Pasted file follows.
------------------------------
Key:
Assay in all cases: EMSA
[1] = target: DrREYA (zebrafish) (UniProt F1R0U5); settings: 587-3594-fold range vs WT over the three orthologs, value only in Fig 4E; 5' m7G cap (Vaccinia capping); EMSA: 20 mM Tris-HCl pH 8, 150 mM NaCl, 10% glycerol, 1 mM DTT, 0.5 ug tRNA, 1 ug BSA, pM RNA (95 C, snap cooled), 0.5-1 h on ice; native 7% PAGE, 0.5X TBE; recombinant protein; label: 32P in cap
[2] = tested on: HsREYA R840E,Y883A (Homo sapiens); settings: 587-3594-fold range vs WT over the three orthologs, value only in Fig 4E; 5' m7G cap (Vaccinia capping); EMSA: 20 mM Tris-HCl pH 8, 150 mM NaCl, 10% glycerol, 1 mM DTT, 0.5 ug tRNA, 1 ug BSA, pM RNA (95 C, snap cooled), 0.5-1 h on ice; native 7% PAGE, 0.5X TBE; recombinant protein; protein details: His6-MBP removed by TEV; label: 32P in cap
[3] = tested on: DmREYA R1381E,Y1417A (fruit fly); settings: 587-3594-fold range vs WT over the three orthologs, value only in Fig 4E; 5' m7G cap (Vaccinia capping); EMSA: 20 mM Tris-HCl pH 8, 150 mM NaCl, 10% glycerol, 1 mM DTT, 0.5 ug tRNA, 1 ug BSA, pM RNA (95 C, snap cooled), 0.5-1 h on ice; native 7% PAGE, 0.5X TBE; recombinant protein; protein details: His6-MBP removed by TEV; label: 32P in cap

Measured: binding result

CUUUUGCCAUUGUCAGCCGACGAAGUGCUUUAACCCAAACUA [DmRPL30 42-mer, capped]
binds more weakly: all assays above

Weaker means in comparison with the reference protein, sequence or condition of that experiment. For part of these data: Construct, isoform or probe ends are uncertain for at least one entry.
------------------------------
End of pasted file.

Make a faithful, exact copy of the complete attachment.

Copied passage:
Key:
Assay in all cases: EMSA
[1] = target: DrREYA (zebrafish) (UniProt F1R0U5); settings: 587-3594-fold range vs WT over the three orthologs, value only in Fig 4E; 5' m7G cap (Vaccinia capping); EMSA: 20 mM Tris-HCl pH 8, 150 mM NaCl, 10% glycerol, 1 mM DTT, 0.5 ug tRNA, 1 ug BSA, pM RNA (95 C, snap cooled), 0.5-1 h on ice; native 7% PAGE, 0.5X TBE; recombinant protein; label: 32P in cap
[2] = tested on: HsREYA R840E,Y883A (Homo sapiens); settings: 587-3594-fold range vs WT over the three orthologs, value only in Fig 4E; 5' m7G cap (Vaccinia capping); EMSA: 20 mM Tris-HCl pH 8, 150 mM NaCl, 10% glycerol, 1 mM DTT, 0.5 ug tRNA, 1 ug BSA, pM RNA (95 C, snap cooled), 0.5-1 h on ice; native 7% PAGE, 0.5X TBE; recombinant protein; protein details: His6-MBP removed by TEV; label: 32P in cap
[3] = tested on: DmREYA R1381E,Y1417A (fruit fly); settings: 587-3594-fold range vs WT over the three orthologs, value only in Fig 4E; 5' m7G cap (Vaccinia capping); EMSA: 20 mM Tris-HCl pH 8, 150 mM NaCl, 10% glycerol, 1 mM DTT, 0.5 ug tRNA, 1 ug BSA, pM RNA (95 C, snap cooled), 0.5-1 h on ice; native 7% PAGE, 0.5X TBE; recombinant protein; protein details: His6-MBP removed by TEV; label: 32P in cap

Measured: binding result

CUUUUGCCAUUGUCAGCCGACGAAGUGCUUUAACCCAAACUA [DmRPL30 42-mer, capped]
binds more weakly: all assays above

Weaker means in comparison with the reference protein, sequence or condition of that experiment. For part of these data: Construct, isoform or probe ends are uncertain for at least one entry.